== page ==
To validate the final benchmarks for the three rotations involved the subgroups used the Delphi technique to reach the experts’ consensus, expressed as 80% or more of the desired level. Teachers from sites that had not participated in the FG received a personalized invitation to collaborate through the online surveys in the Limesurvey® platform. The goal was to reach agreements regarding the level of development, 1 = novice, 2 = beginner, 3 = competent, that interns had to achieve in the APROCs of each rotation. These three rounds of surveys with 13 GO specialists, 11 family doctors and 12 S professors took place in November and December 2015.

First round

Professors were contacted through email and phone calls in November and December 2015. A link was provided to access the survey and once in it there was an example showing how to answer it.

Based on the comments and observations of the first Delphi round some benchmarks were rewritten.

Second round

The comments of the first round were included in the second survey so that participants were aware of them. It was detected that professors were putting the actual level interns were achieving and not the level they were expected to achieve at the end of the rotation. Therefore, instructions were rephrased to read “Choose the level the intern must reach at the end of the 8-week rotation. Keep in mind levels are both progressive and inclusive; level 2 includes level 1; level 3 includes both levels 2 and 1.” At the end a space for general comments was added since some professors wrote down general observations in the space provided for specific comments about each activity. To identify each teacher’s answers (day and time) and to send personalized reminders to those who had not replied passwords were created to limit access to the survey.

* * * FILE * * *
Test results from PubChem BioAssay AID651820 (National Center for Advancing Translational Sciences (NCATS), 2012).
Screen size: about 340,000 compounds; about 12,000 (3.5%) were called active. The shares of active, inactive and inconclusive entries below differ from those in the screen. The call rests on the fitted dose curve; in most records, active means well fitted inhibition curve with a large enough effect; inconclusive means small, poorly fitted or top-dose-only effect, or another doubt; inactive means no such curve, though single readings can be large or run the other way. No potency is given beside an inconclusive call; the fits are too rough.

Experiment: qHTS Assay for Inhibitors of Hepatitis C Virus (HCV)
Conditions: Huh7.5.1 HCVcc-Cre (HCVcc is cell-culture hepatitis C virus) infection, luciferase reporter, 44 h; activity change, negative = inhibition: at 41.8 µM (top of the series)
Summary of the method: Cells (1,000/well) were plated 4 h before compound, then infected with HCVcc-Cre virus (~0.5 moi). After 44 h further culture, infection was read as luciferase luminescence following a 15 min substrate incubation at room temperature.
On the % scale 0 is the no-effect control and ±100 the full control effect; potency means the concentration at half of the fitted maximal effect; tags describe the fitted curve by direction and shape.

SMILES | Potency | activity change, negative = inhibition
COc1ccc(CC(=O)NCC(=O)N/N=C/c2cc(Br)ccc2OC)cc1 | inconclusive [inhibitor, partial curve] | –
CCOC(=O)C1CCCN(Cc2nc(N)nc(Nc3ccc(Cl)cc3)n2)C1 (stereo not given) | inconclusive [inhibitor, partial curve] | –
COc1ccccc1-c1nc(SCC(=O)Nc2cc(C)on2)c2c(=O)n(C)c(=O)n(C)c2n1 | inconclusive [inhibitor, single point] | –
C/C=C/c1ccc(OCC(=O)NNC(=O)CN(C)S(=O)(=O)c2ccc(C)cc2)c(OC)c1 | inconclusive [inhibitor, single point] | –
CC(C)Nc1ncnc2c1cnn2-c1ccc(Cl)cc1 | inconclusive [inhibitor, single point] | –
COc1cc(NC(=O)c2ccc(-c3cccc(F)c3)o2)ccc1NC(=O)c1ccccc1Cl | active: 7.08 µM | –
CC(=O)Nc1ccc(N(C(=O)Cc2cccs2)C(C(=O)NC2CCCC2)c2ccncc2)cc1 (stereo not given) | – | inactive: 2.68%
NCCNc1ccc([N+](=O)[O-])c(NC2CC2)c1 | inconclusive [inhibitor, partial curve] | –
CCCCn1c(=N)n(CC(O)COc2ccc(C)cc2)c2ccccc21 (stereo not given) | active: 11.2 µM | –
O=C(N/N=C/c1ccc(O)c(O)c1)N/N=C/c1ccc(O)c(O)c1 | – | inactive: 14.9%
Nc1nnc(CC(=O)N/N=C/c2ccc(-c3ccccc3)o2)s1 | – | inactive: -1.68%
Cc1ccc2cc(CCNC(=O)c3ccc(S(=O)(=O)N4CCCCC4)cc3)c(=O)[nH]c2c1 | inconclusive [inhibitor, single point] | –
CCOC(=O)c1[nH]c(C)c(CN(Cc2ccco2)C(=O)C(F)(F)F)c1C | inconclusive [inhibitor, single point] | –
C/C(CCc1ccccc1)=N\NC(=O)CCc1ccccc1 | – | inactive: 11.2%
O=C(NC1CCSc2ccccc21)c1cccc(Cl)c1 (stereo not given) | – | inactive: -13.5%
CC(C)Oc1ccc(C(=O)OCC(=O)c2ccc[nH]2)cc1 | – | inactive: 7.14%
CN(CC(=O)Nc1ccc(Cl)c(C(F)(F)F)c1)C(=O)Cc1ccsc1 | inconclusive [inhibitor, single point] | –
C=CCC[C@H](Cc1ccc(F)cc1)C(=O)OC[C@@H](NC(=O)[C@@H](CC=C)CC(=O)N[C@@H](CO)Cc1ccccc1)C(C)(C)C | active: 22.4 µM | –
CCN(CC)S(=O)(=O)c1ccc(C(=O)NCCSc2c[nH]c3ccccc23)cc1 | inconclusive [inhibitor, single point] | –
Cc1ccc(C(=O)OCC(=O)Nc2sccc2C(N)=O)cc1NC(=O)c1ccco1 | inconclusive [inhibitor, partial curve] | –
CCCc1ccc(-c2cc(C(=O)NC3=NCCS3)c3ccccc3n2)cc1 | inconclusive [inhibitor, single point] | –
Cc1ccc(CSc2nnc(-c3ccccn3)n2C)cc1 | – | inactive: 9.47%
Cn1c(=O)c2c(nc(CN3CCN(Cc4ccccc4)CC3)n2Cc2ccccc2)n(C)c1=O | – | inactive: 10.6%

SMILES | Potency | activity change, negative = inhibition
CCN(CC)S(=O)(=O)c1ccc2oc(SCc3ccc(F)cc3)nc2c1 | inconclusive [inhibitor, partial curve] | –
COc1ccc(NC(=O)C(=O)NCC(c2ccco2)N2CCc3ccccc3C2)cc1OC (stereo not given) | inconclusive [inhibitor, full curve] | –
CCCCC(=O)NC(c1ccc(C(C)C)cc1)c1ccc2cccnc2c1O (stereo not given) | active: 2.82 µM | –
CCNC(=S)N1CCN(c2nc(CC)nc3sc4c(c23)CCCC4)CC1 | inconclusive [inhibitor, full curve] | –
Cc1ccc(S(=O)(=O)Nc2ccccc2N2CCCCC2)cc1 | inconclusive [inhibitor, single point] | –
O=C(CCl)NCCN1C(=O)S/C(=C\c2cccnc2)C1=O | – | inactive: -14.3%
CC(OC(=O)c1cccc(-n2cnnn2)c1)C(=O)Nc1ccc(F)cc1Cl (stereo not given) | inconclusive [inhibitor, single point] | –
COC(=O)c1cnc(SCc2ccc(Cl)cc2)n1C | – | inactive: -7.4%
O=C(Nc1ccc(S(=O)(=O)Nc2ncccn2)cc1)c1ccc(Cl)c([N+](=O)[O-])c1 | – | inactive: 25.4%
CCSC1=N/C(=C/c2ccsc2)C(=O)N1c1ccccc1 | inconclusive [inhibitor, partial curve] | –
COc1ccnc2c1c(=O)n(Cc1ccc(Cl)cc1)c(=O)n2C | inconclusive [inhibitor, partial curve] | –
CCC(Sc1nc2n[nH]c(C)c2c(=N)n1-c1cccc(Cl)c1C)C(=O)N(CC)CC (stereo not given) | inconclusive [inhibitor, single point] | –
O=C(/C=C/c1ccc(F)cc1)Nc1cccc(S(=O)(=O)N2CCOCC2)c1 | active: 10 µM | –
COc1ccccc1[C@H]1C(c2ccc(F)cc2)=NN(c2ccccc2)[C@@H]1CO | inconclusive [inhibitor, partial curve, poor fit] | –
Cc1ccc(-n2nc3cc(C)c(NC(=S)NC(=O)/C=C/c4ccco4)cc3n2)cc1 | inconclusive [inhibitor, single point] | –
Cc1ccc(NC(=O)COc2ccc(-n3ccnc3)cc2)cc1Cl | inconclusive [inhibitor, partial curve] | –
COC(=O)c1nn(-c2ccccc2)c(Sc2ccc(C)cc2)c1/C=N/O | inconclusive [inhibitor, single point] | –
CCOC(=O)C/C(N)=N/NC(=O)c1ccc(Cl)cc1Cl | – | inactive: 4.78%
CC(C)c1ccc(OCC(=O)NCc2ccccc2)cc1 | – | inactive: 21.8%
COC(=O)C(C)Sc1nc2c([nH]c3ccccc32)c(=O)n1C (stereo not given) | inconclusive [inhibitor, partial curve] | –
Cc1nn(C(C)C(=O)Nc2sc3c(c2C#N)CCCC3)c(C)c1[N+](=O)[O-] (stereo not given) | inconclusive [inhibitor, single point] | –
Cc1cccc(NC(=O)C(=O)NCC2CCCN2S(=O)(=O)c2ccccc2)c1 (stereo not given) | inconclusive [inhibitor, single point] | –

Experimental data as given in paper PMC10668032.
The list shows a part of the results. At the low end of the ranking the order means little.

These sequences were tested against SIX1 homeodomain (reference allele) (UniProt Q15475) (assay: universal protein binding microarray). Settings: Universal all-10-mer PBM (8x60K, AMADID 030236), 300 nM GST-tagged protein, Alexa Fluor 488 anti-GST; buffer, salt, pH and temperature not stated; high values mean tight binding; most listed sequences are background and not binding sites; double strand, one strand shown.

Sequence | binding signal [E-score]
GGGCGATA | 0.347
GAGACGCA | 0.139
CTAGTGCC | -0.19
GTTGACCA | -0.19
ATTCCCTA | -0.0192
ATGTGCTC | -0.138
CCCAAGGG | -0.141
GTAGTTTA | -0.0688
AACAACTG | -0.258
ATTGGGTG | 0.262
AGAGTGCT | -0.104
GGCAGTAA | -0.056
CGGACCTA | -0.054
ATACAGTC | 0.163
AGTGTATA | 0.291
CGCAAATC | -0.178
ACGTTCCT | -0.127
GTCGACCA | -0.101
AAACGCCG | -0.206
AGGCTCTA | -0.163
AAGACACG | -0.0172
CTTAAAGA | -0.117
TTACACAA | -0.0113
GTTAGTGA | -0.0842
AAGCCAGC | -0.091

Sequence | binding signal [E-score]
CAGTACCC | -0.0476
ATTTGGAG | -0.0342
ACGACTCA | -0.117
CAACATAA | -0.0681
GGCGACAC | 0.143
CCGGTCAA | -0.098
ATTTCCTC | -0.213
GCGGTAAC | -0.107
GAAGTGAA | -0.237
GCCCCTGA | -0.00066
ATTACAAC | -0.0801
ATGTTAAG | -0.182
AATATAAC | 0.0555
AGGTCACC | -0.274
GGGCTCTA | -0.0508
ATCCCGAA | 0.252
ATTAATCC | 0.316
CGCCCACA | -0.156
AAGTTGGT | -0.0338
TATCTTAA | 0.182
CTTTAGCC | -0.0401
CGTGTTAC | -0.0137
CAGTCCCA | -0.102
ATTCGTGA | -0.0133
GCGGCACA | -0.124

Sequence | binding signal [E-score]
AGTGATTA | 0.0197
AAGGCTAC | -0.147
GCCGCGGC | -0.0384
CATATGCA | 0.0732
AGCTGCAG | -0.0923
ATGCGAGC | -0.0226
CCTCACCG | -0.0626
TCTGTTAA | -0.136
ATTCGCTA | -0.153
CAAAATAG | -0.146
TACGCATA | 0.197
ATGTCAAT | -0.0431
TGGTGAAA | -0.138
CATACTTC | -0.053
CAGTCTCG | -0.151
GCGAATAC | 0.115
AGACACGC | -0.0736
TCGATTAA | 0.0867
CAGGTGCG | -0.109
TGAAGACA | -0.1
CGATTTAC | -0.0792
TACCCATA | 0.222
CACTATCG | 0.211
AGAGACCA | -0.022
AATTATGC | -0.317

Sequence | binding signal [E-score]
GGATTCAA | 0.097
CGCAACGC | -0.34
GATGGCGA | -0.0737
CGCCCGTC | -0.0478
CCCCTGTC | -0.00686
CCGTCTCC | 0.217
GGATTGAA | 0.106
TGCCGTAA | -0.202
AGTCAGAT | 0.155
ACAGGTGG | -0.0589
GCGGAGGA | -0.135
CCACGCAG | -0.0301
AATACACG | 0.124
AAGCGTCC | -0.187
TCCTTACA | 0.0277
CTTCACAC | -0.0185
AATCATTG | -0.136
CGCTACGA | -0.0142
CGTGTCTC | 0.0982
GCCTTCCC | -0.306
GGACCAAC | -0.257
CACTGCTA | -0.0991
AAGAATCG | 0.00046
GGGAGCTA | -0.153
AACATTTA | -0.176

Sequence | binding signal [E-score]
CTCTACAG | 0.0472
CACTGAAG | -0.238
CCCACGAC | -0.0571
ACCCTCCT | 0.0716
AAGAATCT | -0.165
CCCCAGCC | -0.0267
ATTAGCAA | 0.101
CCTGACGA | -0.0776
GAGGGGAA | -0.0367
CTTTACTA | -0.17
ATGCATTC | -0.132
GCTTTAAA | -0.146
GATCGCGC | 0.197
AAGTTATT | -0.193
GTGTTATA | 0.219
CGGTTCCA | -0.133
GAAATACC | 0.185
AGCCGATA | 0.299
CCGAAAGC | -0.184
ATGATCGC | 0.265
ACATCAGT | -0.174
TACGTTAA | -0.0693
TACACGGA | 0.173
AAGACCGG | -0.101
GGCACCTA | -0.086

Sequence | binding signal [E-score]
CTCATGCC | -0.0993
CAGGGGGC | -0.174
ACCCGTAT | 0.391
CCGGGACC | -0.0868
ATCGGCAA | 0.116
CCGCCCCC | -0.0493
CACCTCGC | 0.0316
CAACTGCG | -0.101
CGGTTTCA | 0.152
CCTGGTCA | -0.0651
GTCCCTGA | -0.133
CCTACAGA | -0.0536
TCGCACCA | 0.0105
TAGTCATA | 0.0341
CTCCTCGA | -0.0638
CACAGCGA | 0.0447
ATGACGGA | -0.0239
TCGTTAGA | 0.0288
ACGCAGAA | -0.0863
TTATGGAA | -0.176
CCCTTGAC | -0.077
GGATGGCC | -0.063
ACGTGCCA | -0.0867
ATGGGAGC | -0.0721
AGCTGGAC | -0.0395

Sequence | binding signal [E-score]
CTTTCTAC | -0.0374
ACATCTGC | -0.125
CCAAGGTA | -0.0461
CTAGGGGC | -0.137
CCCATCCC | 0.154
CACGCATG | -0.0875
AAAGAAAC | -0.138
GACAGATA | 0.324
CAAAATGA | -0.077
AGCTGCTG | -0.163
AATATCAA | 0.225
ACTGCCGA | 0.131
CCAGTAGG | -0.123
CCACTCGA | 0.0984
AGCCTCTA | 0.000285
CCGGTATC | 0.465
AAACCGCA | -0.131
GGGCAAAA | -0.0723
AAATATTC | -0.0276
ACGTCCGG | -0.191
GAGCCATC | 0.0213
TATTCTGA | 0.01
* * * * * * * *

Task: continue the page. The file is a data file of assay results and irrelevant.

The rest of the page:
Third round

The third round consisted of a personalized survey for each professor showing the levels chosen both by him and others in the previous rounds as well as the percentages and comments received. In the end, data was systematized and analyzed. Whenever one of the APROC’s levels reached at least 80%, consensus was given and hence, the APROC validated. Otherwise the APROC was discarded [32].

Results

The results of the investigation can be described in two ways, curricular and methodological. From the curricular point of view, APROCs were identified in three UI rotations within clinical contexts in Mexico City and its surroundings; benchmarks were developed and validated by level. Table 3 shows the APROCs for FM, GO and S that resulted from this exercise.
Table 3

APP MEDAPROC in each rotation

APROC

Rotation

Surgery

Gynecology and Obstetrics

Family Medicine

1

Provide care to surgical wound

Give prenatal care to pregnant patient

Establish control of the patient with metabolic syndrome

2

Detect nontraumatic acute abdominal pain

Asses and assist in the care of the patient in labor

Administer vaccines

3

Attend patients with diabetic foot

Provide care and counseling to women during puerperium and breastfeeding

Provide prenatal and postnatal care

4

Identify vascular pathology of the lower limbs

Participate in the care of pregnant women with hemorrhage